Perfect ‘A’

The perfect A, played softly on the oboe
As the orchestra takes their seats.
Violins, first to tune up, followed by their colleagues.
A cacophony of scales and arpeggios.

The audience waits, settling into their seats.
Soft conversations start to fade,
All anticipating great things.
Soft breath, a flutter in the chest.

The lights go dim
And whispers turn to silence
Until the conductor appears
To polite applause.

The air hangs heavy
With thoughts of delights to come.
Silence almost deafening
As expectation builds.

A single deep but gentle cello note
Whispers through the galleries
To echo round the stalls
And back to the orchestra pit.

Collective breath held in readiness.
A rumble of thunder on the kettle drums,
Soft, at first, as in the distance,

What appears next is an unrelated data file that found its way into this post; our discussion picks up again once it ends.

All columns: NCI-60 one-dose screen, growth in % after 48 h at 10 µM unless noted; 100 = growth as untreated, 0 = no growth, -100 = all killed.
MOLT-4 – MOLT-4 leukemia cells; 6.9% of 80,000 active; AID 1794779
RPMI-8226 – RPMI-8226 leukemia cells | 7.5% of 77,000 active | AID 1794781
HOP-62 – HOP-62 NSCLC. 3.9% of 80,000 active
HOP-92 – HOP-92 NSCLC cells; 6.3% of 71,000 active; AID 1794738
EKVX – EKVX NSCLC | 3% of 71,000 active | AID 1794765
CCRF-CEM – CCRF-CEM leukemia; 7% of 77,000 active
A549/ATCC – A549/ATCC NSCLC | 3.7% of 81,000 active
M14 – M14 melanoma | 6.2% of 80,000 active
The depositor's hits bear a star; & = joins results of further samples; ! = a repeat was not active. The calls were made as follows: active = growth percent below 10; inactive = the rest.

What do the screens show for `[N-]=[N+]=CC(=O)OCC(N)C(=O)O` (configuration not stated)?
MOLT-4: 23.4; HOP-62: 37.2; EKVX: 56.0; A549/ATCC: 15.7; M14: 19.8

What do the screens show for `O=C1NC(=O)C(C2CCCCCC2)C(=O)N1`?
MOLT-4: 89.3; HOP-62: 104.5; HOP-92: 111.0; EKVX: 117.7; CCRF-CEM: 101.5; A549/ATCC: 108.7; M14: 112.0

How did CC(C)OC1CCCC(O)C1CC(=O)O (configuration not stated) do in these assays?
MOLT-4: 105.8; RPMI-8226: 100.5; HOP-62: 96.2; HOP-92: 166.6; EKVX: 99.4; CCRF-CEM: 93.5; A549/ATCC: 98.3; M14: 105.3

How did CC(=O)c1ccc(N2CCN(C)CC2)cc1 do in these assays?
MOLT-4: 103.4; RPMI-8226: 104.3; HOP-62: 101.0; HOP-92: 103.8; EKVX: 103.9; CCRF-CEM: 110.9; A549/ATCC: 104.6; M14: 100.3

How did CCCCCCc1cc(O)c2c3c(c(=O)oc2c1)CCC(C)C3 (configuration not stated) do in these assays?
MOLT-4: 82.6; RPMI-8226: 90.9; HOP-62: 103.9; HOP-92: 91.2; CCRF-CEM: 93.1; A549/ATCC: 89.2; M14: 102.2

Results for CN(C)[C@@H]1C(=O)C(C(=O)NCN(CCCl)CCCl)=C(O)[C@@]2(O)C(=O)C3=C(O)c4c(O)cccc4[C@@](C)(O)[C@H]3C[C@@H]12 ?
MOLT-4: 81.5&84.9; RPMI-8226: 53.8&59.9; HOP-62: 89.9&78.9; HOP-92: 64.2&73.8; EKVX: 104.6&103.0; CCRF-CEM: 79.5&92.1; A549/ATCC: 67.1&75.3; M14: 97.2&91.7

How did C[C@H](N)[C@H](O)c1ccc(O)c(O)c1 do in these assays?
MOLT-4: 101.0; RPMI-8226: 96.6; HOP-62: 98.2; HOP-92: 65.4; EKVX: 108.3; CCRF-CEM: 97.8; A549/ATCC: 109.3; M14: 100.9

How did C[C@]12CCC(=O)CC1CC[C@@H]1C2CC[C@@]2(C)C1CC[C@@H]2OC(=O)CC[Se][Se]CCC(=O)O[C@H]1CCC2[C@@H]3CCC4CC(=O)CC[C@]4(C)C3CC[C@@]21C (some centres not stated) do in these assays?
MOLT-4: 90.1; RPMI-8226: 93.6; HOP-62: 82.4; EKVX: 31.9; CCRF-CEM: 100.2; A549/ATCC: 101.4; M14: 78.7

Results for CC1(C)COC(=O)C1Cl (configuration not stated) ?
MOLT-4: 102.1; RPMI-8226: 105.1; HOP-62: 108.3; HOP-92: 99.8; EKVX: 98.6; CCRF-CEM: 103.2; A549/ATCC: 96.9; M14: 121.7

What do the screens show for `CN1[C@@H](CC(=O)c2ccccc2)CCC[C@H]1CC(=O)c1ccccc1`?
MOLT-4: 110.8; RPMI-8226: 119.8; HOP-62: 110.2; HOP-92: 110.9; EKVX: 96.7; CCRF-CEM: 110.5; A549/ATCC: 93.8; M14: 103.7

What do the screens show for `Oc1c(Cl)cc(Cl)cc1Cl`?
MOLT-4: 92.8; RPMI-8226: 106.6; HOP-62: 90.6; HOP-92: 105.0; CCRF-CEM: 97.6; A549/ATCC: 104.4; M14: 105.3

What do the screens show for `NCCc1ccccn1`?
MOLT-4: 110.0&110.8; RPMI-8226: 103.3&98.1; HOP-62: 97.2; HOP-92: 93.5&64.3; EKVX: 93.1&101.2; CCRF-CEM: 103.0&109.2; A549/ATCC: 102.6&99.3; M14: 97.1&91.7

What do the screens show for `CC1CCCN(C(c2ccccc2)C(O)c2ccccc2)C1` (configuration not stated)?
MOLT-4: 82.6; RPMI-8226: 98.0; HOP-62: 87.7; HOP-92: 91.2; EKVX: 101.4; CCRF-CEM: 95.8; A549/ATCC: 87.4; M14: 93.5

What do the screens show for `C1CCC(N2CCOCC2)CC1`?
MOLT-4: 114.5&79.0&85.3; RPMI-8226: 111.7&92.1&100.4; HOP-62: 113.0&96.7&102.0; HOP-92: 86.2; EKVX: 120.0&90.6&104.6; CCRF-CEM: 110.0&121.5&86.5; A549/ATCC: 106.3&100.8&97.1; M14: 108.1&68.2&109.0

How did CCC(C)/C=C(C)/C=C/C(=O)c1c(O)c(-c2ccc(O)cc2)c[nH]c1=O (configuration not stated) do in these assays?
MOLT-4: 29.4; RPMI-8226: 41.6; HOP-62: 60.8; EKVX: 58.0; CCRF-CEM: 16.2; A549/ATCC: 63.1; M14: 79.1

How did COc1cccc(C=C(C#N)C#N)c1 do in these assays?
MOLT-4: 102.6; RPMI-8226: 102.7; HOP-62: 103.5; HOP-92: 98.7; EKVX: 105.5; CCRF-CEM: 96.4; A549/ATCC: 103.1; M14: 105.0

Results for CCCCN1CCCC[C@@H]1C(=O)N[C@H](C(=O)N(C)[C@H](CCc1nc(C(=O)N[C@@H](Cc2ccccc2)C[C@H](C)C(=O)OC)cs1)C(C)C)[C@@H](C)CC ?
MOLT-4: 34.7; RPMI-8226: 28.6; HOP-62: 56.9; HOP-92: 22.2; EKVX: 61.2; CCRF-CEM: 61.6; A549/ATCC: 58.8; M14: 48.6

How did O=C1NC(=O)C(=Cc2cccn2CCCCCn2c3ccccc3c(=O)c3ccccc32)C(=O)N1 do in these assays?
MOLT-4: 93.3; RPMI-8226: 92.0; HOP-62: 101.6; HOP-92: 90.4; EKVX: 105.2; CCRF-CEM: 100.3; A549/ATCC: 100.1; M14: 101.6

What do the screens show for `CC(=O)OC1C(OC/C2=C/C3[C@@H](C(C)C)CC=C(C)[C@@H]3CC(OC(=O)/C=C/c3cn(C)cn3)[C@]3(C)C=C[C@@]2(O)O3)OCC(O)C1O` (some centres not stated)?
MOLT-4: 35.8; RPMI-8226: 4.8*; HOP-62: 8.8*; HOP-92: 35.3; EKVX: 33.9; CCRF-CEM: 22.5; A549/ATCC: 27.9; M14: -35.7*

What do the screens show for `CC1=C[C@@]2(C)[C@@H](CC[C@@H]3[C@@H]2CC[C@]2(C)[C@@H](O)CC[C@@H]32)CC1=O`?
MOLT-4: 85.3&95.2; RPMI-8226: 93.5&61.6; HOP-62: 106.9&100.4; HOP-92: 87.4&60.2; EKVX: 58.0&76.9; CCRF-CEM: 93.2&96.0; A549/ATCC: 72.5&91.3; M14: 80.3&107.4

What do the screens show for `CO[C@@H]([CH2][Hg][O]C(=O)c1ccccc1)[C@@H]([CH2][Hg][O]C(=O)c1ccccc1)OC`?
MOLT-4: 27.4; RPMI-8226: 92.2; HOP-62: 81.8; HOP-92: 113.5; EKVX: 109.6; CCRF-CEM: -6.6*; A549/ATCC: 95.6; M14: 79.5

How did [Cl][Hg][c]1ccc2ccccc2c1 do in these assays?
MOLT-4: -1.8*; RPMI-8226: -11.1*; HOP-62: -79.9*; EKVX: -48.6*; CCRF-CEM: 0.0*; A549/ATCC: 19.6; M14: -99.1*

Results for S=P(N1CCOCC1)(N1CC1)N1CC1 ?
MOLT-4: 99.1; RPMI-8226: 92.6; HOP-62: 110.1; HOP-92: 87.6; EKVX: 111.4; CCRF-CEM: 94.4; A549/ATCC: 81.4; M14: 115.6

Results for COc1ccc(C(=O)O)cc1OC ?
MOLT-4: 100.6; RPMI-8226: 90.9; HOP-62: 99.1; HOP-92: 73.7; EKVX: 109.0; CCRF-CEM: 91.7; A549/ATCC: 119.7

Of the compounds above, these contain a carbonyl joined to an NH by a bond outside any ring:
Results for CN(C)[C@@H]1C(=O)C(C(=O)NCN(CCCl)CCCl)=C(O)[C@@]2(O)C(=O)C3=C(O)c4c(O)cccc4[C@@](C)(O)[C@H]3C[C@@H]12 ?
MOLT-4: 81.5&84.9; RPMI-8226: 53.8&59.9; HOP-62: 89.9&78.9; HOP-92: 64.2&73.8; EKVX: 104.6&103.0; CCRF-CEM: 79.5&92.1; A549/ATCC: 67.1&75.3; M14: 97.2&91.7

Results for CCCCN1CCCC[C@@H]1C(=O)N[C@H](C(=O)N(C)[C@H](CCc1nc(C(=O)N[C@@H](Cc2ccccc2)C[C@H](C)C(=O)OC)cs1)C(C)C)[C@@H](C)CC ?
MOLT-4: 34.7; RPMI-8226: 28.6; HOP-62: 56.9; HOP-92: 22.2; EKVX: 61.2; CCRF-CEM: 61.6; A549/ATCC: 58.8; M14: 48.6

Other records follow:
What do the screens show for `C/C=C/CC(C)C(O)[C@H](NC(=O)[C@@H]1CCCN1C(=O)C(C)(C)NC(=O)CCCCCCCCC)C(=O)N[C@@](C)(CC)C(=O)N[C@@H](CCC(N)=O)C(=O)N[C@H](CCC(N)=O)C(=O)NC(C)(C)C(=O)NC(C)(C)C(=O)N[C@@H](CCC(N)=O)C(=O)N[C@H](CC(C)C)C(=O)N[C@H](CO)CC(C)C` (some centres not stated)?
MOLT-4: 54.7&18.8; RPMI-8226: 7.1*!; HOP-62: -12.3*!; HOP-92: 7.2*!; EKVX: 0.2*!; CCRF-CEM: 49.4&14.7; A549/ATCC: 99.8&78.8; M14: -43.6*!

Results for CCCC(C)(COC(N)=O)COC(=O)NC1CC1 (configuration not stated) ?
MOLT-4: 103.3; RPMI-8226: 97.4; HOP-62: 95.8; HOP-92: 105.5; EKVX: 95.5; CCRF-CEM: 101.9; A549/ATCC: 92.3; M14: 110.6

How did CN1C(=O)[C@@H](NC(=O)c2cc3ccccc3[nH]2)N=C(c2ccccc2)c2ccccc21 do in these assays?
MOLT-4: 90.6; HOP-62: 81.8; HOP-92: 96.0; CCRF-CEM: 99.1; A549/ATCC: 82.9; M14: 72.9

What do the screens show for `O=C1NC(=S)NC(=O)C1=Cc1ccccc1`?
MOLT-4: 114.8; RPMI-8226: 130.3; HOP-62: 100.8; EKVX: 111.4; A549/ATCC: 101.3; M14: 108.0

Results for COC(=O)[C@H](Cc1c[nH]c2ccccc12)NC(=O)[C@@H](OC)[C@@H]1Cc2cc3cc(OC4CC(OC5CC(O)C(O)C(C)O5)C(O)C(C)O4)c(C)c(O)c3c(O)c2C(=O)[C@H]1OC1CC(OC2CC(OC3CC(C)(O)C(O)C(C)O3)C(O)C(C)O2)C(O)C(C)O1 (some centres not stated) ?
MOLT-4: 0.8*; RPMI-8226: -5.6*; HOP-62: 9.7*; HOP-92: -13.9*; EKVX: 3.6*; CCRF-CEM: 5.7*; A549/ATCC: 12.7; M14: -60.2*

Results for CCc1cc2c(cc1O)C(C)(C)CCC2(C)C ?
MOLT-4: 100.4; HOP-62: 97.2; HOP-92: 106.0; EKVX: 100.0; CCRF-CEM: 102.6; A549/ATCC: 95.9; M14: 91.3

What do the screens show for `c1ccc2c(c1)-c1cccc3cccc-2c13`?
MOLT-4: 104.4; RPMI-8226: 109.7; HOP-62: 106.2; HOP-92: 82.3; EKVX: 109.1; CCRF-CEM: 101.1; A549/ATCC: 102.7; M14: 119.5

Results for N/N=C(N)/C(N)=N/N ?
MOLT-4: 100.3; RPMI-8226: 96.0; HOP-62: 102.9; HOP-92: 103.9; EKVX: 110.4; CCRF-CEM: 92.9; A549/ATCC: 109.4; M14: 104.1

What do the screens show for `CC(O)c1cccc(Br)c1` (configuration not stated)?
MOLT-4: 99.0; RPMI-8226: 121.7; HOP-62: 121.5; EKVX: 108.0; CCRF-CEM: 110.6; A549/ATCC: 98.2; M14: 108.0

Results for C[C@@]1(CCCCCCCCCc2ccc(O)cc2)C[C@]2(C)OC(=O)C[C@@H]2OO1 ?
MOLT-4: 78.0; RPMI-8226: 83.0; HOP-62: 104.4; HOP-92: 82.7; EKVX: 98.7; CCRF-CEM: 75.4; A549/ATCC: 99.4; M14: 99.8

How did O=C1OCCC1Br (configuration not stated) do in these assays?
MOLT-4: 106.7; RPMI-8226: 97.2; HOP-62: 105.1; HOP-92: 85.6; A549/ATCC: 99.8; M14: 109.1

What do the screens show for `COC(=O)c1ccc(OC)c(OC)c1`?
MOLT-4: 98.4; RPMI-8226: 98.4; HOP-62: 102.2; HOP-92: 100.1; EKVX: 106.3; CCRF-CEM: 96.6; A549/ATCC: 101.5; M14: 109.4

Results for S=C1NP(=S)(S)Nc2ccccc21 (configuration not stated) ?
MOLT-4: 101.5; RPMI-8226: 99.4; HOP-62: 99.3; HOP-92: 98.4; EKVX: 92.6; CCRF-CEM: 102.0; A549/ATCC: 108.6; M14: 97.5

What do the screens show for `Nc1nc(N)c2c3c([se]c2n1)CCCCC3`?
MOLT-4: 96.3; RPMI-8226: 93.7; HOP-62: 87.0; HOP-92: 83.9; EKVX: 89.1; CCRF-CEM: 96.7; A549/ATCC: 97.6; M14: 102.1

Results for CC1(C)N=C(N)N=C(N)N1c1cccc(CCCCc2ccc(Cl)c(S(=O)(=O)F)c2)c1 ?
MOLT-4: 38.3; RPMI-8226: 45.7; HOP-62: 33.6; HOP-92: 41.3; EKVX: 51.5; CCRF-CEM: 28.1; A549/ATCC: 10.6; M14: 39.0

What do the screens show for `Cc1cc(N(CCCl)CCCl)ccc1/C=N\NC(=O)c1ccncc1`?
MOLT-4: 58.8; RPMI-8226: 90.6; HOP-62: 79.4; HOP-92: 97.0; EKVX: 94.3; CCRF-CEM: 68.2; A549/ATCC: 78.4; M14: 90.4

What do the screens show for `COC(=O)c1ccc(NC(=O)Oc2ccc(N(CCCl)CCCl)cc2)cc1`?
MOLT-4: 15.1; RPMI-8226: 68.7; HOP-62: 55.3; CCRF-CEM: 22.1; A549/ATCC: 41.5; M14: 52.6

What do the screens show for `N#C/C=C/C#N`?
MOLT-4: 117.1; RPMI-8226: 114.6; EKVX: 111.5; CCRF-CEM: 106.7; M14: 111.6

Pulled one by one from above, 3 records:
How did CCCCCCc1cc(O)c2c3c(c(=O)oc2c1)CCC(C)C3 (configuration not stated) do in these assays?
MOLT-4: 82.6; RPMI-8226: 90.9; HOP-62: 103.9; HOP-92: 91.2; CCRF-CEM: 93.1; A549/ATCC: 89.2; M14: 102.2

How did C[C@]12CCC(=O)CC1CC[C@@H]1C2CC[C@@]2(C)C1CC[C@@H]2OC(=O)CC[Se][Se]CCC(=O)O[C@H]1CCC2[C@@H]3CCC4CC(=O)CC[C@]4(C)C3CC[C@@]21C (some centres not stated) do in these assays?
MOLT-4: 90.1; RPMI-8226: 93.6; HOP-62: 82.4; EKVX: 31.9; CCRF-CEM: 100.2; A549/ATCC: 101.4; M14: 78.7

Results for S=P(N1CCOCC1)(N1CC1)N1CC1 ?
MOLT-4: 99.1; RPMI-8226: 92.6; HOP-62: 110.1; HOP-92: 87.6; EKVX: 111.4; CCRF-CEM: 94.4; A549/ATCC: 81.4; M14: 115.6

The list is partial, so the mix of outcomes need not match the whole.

Builds to a roar as the cello takes the lead.

Without warning, the stage is lit
Revealing performers already in place.
The stage is set. The concert begins.
We can breathe again.

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6 thoughts on “Perfect ‘A’

  1. Thinking of the adrenaline when you’re the solo performer in a concert — as I get older, my heart almost can’t stand the pressure of accelerated beats before singing that first note. I much prefer listening to others performing these days!
    I love that sudden hush from the audience before an orchestra bursts into life and transports you to a different place altogether. As for the sound of a cello — sublime 🙂
    A wonderful poem, Michael. Thanks.

    Liked by 1 person

    • Thanks Sarah. I agree. It’s an amazing feeling. Though I have to admit that the inspiration came from the introduction to Neil Diamond’s Hot August Night concert. The cello introduction resonates through the floor.

      Liked by 1 person

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